These are the collected values:

And this is the corresponding chart:

It’s enough to look at the graph to see the power expressed through the central line of the ceiling light. The value in the middle decreases from 2036 to 759 to 373 μmol m-2 s-1.

The differences are the same at 37 cm. The coverage is the same of the ATI Straton, bigger than the Radion but less than the Orphek. Always consider the curve based on the power consumption. In fact, the power consumptions are different for every ceiling light: 170 for the Reef Flare L Blue, 211 for the ATI Straton, 203 for the Radion and 229 for the Orphek iCon.

The PAR in the middle in the different configurations

Let’s continue with our technical measurements. We can see how, in a chart, the PAR collected in the middle decrease in the three different distances of our tests.

Energy variation of the Reef Flare Pro L Blue depending on the distances

This is the most significant and most comparable data: the energy variation. We calculated the volumes of the three surfaces previously seen. It’s obvious that moving away from the ceiling light the PAR decrease, also because the light illuminates a wider space. In this way you can consider all the light energy contained in the 60×60 cm area subtended by the ceiling light. And the three values of 1.469.474, 1.286.030 and 1.155.746 assume a different connotation compared to the values in the middle. When the first ones decrease because of the increasing of the distances, the subtended area, that is the energy, decreases less.

For this ceiling light the values are almost the same in the three distances. This means that the whole light expressed or the main part, stays inside the 60 cm. Great for tanks until 60 cm, less for aquarium of 70 or 80 cm.

Values per channel in the middle in the three distances

We also measured the values per each channel, but only in the middle, in order to give you an idea of the contribution of the different channels on the PAR produced.

Let’s see the collected values:

Distance = 17 cmDistance = 37 cmDistance = 57 cm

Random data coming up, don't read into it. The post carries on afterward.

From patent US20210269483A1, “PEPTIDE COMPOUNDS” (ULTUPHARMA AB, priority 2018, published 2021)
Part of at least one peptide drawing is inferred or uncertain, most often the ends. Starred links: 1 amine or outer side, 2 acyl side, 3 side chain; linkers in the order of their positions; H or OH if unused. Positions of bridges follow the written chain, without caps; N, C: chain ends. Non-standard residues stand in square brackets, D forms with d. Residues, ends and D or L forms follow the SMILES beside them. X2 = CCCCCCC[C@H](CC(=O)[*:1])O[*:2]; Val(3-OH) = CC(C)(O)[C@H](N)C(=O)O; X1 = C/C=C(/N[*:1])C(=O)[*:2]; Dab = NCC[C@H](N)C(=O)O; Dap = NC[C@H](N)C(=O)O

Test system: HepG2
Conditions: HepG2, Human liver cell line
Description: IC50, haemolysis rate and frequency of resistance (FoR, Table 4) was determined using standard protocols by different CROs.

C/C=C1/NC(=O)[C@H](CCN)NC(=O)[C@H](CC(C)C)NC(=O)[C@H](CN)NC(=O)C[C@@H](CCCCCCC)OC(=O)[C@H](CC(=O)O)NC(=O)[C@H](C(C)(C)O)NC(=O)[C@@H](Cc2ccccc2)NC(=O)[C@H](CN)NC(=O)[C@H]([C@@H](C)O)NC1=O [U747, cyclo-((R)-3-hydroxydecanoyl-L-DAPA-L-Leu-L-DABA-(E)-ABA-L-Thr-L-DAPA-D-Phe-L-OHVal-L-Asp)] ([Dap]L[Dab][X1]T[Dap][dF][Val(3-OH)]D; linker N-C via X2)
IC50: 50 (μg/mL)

Channel 1: UV (400 nm)136 μmol m-2 s-155 μmol m-2 s-128 μmol m-2 s-1
Channel 2: Violet (420 nm)335 μmol m-2 s-1126 μmol m-2 s-163 μmol m-2 s-1
Channel 3: Indigo (450 nm)367 μmol m-2 s-1131 μmol m-2 s-165 μmol m-2 s-1
Channel 4: Blue (470 nm)761 μmol m-2 s-1282 μmol m-2 s-1140 μmol m-2 s-1
Channel 5: Green (530 nm)48 μmol m-2 s-117 μmol m-2 s-18 μmol m-2 s-1
Channel 6:  Red (660 nm)145 μmol m-2 s-156 μmol m-2 s-128 μmol m-2 s-1
Channel 7:  White (5.700°K)270 μmol m-2 s-1103 μmol m-2 s-152 μmol m-2 s-1

The seven channels are pretty different. But you can see how the Channel 4 Blue is the king with the main part of the PAR. But also the Channels 2, 3 and 7 have almost the same PAR value and have a bigger impact than the others.

Power consumption

The measurement of the consumption was made possible thanks to the useful device RCE PM600 that can also measure the Cos(fi) (or power factor). The result is already given in watt.

Here above there’s the maximum power and then the Cos(fi).

The Reef Flare PRO L Blue consumes only 166,25watt rather than the 240 watt declared. On one hand, this is surprising because the gap is considerable, on the other is stunning, given the number of PAR. So little consumption for so many PAR! Considering that at 17 cm the ceiling light has at the middle 2036 μmol m-2 s-1, we can say, in perspective, that it will be a peak value of 12,25 μmol m-2 s-1 w-1 (PAR per watt).

Reef Flare PRO L Blue and heat

The Reef Flare PRO ceiling lights have a cooling system both active and passive, that uses two vents used through a sensor on the PCB. In addiction, the whole shell is in aluminium that dissipates heat better.

Let’s continue on page three with the costs, the comparison with the other ceiling lights and our final comment.